How I learned to let God do the creative work, and escaped the illusion of novelty.
I try to think of the Christian year less as a perpetual circle and more like an ascending cone. Tracing a circle, one goes around, eventually returning back to the point of origin. Tracing a cone, one can go around in a circle, yet never returns merely to the point of origin, but somewhere above—somewhere beyond.
I believe the church calendar is something like that.
Every Advent I find myself stepping into a new place in the river. This is the slow and winding journey of character formation—which happens to be one of the primary strategies the church has historically employed to grow her people up into the image of Jesus. This incremental formation is designed to occur over the course of a lifetime as we are shaped by the story of the gospel.
Our Jewish brothers and sisters have rhythms too. Some we have followed, many we have (sadly) left behind. One of their rhythms is to debate the Pentateuch each week before attending the Saturday Sabbath service. They finish at the end of their calendar year, and then immediately start all over again. So seven years ago I decided to join one.
Every Saturday morning I’d walk to the local Reformed Synagogue and politely listen as they hashed out Torah in community. Genesis, Exodus, Leviticus, Numbers and Deuteronomy—line after line, week after week—for the whole year. The experience was unforgettable. The theological imagination, the narrative creativity and the layers of understanding made my local Bible study feel like an afternoon round of bingo at a local retirement home. After six months I summoned the courage to ask a question. Engaging the elderly woman to my left, I wondered,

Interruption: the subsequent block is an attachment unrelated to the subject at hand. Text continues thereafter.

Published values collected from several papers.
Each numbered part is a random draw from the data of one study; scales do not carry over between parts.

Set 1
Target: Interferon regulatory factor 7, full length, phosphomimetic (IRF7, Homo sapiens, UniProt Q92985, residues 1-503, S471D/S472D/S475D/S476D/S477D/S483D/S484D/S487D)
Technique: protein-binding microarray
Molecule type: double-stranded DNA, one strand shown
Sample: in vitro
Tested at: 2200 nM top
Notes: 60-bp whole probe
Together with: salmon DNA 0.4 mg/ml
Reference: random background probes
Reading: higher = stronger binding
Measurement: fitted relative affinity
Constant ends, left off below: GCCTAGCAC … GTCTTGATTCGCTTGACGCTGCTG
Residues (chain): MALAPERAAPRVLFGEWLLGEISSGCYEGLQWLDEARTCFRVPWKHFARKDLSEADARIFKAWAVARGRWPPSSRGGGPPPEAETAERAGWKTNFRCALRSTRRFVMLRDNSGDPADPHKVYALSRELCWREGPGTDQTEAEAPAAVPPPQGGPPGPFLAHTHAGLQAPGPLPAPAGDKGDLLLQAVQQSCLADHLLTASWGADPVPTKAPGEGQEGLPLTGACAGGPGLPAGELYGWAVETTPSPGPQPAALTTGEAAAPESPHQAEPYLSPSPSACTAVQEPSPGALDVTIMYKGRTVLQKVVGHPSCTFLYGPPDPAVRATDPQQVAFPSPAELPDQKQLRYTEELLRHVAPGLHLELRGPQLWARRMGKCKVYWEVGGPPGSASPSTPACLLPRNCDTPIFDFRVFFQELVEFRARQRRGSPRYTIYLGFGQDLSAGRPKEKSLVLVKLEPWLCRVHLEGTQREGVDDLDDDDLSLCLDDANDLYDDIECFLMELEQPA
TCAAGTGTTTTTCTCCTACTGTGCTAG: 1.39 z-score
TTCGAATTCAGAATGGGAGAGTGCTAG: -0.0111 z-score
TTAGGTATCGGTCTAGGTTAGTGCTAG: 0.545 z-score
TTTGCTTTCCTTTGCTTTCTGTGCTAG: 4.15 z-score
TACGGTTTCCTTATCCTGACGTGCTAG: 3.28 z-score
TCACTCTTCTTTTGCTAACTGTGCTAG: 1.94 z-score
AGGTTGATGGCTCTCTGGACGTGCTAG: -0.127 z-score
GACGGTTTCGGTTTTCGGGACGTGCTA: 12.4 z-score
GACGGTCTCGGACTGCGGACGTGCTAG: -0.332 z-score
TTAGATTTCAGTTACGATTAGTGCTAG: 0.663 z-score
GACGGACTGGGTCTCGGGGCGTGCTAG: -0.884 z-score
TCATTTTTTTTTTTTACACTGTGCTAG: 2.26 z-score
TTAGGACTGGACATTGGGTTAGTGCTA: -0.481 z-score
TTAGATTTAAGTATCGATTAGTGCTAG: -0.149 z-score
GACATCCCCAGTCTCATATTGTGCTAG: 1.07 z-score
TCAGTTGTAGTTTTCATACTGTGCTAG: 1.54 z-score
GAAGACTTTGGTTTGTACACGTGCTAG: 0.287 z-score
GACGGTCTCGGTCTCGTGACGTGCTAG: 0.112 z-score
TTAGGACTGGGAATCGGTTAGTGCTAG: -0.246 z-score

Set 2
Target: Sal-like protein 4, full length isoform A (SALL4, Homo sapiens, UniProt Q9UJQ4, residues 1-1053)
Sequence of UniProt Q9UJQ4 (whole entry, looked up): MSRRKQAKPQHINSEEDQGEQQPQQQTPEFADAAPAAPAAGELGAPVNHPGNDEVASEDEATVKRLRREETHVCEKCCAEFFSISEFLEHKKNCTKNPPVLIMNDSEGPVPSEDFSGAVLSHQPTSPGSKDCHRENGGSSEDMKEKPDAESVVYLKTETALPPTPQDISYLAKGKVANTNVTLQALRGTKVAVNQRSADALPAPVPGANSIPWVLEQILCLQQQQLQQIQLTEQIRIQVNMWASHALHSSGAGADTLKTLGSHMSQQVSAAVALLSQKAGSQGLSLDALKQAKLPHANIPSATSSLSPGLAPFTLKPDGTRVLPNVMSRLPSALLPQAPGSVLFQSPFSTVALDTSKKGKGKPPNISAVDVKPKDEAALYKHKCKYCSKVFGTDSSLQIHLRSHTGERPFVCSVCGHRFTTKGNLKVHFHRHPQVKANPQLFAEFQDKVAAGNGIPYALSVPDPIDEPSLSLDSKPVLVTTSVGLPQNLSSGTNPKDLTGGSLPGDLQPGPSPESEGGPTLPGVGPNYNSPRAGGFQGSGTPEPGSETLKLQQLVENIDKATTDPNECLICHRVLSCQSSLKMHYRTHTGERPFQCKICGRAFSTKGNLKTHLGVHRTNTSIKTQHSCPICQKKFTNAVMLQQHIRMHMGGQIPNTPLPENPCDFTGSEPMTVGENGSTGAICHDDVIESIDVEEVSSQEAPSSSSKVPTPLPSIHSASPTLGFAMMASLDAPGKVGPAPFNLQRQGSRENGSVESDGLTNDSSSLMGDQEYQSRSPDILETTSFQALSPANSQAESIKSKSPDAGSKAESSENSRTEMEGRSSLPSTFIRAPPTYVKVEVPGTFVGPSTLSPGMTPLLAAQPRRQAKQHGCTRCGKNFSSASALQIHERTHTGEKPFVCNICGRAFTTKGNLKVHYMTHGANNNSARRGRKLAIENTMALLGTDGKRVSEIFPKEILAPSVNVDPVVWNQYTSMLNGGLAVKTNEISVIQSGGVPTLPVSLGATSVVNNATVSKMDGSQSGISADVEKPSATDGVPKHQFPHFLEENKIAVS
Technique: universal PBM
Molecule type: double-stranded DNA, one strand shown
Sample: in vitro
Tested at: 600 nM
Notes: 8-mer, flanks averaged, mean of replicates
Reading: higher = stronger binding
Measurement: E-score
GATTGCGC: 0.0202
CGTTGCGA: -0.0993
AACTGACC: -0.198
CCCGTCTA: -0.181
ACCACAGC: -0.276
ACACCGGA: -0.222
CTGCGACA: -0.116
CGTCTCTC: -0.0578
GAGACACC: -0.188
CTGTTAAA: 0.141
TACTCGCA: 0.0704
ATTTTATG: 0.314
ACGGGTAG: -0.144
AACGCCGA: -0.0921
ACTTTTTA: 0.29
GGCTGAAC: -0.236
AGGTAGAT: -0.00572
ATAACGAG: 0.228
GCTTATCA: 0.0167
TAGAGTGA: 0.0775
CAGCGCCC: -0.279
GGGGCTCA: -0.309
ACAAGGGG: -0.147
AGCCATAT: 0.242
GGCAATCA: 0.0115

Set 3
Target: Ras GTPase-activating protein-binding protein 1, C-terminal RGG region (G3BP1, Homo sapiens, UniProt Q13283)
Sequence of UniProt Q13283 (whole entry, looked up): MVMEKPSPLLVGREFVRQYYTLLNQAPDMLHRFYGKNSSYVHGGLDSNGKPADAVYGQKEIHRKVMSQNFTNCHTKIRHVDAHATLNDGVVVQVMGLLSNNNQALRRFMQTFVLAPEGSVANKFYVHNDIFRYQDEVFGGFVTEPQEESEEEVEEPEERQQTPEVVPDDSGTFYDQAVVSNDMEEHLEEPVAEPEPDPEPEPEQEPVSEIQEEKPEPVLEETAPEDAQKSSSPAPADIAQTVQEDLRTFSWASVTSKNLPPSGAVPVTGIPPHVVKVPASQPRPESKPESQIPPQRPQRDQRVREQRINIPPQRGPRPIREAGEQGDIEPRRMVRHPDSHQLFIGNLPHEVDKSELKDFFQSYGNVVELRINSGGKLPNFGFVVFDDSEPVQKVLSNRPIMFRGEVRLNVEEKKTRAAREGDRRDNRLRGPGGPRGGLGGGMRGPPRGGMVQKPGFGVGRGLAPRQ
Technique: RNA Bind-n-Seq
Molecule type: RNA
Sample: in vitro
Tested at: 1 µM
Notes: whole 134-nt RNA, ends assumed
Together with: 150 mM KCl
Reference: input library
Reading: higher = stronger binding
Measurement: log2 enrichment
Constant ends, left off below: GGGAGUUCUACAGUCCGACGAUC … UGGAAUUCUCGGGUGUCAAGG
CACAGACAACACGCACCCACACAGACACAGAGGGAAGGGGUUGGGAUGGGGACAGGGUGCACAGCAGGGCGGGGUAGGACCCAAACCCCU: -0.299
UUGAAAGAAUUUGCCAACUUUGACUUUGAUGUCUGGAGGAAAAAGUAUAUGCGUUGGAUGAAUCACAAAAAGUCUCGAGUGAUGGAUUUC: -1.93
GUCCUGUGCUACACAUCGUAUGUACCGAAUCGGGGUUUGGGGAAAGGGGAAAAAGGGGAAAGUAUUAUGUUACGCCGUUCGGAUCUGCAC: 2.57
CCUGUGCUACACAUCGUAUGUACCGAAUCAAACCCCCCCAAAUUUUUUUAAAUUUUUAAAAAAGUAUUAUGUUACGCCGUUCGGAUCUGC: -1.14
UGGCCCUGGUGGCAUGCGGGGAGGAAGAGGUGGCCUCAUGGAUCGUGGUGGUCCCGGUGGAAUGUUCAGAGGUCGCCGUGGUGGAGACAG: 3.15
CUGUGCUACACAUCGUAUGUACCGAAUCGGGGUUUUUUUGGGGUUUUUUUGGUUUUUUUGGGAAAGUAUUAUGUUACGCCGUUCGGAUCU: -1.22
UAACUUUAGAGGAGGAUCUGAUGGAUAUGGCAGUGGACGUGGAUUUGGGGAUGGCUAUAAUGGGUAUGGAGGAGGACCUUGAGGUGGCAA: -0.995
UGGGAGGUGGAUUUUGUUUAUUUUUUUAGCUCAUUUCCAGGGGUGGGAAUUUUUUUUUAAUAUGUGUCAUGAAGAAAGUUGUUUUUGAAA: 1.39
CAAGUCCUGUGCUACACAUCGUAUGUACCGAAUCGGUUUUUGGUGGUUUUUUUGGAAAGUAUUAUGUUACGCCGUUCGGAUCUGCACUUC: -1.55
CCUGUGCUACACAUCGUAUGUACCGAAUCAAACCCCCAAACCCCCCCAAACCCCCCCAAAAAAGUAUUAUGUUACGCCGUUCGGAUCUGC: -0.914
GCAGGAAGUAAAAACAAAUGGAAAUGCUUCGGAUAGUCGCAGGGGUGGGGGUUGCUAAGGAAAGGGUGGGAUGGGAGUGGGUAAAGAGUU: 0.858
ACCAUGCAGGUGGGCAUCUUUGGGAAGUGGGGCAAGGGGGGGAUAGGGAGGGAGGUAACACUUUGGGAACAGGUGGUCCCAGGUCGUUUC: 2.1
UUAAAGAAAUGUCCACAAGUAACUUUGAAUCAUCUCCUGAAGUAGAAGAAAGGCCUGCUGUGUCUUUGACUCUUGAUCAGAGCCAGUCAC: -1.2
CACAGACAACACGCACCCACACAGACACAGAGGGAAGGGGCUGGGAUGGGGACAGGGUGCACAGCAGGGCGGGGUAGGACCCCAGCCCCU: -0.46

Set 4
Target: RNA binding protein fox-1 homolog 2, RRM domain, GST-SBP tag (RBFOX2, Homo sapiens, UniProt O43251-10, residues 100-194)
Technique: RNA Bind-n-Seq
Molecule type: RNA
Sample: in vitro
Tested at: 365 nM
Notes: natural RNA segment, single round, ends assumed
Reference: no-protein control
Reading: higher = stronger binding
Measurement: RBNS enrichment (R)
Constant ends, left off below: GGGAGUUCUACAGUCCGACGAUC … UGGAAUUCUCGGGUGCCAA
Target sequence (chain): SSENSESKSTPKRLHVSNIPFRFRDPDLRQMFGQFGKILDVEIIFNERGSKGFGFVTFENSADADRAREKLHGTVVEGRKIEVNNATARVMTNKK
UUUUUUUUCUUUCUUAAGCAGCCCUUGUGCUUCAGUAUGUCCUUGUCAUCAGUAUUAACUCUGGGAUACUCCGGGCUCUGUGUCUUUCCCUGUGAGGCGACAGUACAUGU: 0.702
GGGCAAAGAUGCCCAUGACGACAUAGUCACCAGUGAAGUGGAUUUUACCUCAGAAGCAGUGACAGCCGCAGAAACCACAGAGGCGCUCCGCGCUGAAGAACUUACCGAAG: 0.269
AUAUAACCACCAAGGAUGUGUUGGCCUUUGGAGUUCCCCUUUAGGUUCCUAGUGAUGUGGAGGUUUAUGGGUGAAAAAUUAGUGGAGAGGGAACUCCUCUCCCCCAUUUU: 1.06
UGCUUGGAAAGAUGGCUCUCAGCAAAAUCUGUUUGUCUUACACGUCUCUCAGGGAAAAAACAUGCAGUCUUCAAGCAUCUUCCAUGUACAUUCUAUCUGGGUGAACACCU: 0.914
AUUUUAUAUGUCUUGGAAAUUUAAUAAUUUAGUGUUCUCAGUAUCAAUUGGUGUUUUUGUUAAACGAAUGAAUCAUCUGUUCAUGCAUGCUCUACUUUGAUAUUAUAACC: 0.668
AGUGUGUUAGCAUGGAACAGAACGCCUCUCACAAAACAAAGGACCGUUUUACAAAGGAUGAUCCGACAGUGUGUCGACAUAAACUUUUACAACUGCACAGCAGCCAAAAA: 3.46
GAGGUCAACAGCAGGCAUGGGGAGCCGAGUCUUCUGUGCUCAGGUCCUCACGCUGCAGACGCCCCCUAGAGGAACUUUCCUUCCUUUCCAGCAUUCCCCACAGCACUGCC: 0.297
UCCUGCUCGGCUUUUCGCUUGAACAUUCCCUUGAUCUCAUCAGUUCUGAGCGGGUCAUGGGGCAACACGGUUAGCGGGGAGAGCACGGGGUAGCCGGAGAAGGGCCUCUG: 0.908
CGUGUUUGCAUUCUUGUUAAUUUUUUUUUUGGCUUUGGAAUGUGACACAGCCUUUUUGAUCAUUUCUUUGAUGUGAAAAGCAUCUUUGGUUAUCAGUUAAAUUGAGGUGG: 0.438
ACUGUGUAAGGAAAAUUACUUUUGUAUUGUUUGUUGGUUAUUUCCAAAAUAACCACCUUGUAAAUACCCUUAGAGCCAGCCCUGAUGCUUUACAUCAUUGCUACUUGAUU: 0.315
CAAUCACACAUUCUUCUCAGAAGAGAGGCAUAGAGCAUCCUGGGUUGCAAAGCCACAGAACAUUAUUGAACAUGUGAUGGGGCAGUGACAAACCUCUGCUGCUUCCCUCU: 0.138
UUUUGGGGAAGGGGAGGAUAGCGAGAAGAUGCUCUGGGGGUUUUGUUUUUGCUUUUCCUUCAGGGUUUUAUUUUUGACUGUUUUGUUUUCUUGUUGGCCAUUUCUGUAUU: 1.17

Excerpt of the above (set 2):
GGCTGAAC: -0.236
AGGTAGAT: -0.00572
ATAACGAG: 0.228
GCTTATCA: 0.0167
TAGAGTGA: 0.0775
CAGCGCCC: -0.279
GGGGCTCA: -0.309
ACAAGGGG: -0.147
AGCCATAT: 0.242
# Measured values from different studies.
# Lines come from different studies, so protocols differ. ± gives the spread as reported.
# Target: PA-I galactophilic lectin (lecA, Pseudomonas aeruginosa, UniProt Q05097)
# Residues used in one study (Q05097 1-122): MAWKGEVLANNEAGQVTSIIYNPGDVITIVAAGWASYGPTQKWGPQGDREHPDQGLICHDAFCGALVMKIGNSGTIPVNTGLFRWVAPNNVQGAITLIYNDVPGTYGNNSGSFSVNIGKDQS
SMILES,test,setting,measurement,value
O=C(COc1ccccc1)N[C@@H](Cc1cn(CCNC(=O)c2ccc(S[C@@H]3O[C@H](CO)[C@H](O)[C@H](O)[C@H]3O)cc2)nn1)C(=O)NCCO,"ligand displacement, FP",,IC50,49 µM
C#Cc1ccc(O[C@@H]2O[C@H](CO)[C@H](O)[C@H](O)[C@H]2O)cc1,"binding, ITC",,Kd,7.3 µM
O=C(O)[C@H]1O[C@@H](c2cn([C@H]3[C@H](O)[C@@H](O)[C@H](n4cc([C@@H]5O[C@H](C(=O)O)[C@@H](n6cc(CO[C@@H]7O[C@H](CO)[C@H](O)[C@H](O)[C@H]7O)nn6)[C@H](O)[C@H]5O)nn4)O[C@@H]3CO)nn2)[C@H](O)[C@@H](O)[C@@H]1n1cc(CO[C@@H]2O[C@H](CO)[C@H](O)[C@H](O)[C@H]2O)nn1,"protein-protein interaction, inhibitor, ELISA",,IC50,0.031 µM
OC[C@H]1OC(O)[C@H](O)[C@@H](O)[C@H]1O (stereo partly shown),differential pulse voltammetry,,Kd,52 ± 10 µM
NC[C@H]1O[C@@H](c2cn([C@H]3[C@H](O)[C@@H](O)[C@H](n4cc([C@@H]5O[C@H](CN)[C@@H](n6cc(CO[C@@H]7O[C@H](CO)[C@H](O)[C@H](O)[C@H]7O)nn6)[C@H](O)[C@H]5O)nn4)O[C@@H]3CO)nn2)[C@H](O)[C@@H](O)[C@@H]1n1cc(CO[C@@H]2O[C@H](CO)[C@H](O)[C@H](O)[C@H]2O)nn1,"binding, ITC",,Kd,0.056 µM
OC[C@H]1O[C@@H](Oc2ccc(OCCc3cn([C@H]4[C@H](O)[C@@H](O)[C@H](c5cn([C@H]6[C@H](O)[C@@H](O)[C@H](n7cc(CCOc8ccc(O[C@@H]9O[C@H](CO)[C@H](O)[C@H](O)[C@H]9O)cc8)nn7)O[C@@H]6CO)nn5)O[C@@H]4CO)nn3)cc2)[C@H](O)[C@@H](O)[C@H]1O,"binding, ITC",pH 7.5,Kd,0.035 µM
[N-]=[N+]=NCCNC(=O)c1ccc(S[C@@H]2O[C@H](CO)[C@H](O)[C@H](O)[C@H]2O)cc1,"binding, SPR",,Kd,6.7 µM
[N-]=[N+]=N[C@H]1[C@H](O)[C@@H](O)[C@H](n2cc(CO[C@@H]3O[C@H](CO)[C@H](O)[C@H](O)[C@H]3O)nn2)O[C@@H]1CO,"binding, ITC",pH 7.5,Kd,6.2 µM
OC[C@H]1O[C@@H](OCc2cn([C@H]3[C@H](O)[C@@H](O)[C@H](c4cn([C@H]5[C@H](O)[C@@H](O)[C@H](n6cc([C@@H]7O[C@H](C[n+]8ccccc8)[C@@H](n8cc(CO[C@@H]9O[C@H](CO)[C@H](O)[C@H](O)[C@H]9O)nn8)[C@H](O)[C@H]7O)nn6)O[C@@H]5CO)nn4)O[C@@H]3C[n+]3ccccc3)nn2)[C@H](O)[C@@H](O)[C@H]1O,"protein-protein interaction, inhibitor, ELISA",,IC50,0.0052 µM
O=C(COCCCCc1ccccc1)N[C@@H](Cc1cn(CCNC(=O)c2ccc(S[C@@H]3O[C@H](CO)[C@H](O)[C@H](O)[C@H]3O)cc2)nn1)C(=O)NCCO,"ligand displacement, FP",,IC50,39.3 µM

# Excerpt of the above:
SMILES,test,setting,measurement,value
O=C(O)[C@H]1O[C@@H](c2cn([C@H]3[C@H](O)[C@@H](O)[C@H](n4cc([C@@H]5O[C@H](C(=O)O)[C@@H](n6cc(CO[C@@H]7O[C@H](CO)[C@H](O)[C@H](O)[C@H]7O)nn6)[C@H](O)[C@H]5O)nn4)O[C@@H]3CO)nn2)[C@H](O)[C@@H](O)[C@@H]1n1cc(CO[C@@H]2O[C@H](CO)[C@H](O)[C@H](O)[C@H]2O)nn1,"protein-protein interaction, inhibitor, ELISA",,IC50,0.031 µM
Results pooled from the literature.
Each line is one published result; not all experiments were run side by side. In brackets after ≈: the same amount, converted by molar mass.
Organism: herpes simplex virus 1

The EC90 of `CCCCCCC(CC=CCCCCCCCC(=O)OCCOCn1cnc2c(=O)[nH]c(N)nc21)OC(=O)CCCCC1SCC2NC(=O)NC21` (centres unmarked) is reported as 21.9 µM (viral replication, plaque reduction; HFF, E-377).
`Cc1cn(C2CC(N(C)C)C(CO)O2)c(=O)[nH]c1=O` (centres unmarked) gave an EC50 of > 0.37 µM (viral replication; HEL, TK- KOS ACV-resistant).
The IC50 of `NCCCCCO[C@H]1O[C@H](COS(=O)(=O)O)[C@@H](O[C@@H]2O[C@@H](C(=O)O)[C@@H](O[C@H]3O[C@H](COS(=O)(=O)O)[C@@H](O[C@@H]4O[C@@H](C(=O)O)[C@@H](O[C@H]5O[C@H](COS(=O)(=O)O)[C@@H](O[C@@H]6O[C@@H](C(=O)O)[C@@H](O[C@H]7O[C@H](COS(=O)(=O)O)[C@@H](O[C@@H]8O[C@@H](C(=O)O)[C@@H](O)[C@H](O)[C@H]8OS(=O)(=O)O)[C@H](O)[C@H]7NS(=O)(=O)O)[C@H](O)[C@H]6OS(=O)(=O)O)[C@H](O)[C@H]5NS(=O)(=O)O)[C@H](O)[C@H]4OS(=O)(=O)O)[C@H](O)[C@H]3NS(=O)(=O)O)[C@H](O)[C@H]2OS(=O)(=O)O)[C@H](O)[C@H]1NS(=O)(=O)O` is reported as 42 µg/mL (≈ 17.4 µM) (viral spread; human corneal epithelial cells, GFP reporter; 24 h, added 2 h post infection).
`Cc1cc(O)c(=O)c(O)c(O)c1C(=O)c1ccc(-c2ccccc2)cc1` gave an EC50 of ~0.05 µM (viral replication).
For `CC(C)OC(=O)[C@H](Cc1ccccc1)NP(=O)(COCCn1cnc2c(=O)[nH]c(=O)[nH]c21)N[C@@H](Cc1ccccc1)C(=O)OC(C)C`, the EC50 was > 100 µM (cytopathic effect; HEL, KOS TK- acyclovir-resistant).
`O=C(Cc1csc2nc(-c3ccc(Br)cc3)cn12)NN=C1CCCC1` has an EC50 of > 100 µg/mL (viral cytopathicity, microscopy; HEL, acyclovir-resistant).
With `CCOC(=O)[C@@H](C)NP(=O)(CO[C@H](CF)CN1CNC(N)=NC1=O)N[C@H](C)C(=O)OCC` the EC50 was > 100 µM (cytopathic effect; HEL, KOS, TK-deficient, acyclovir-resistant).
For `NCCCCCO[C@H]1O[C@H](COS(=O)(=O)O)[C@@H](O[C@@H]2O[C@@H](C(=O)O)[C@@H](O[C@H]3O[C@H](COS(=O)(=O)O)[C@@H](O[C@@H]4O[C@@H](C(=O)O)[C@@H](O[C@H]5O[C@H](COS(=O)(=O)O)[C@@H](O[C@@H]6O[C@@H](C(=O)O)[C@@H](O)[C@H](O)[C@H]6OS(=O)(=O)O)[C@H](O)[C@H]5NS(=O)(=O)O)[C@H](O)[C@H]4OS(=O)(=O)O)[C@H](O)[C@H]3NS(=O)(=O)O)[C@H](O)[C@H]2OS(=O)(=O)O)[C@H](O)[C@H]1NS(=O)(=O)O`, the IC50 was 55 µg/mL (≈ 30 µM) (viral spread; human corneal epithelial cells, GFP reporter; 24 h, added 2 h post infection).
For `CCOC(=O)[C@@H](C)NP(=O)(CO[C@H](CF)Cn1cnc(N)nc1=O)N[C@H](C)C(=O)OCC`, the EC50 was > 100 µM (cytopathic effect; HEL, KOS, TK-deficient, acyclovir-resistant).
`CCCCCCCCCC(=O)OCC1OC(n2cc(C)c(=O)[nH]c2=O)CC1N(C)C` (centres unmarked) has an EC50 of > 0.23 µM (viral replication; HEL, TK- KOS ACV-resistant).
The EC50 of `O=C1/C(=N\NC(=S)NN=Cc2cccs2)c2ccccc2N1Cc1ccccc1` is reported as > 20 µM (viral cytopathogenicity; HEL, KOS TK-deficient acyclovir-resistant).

“Mam, how do all of you know so much?”
She replied, “Son, most of us have been chewing on these texts for over fifty years!”
But isn’t the Church calendar limited? Doesn’t it feel constricting to teach to the same story year after year?
Boundaries bring freedom
Mako Fujimura asserts that an artist learns very early that creativity demands boundaries and limits to thrive.
Contemporary art has sought to expand the borders of expression, claiming unlimited expansion for the sake of freedom of expression, often using shock as a means to draw attention to herself, and blatantly challenging boundary making. Freedom of expression, then, became an overriding goal, and any boundary making would be seen as anti-freedom, and anti-art. And as a result, we have dehumanized ourselves in our obsessive focus on self-expression. What if we considered limitations as the beginning of our creative acts? Then, paradoxically, we may see beyond them. Limitations can be a catalyst to find freedom. That is what the Incarnation of Christ teaches us. Following Christ is also to recognize and honor the limits and boundaries of being human; less is more.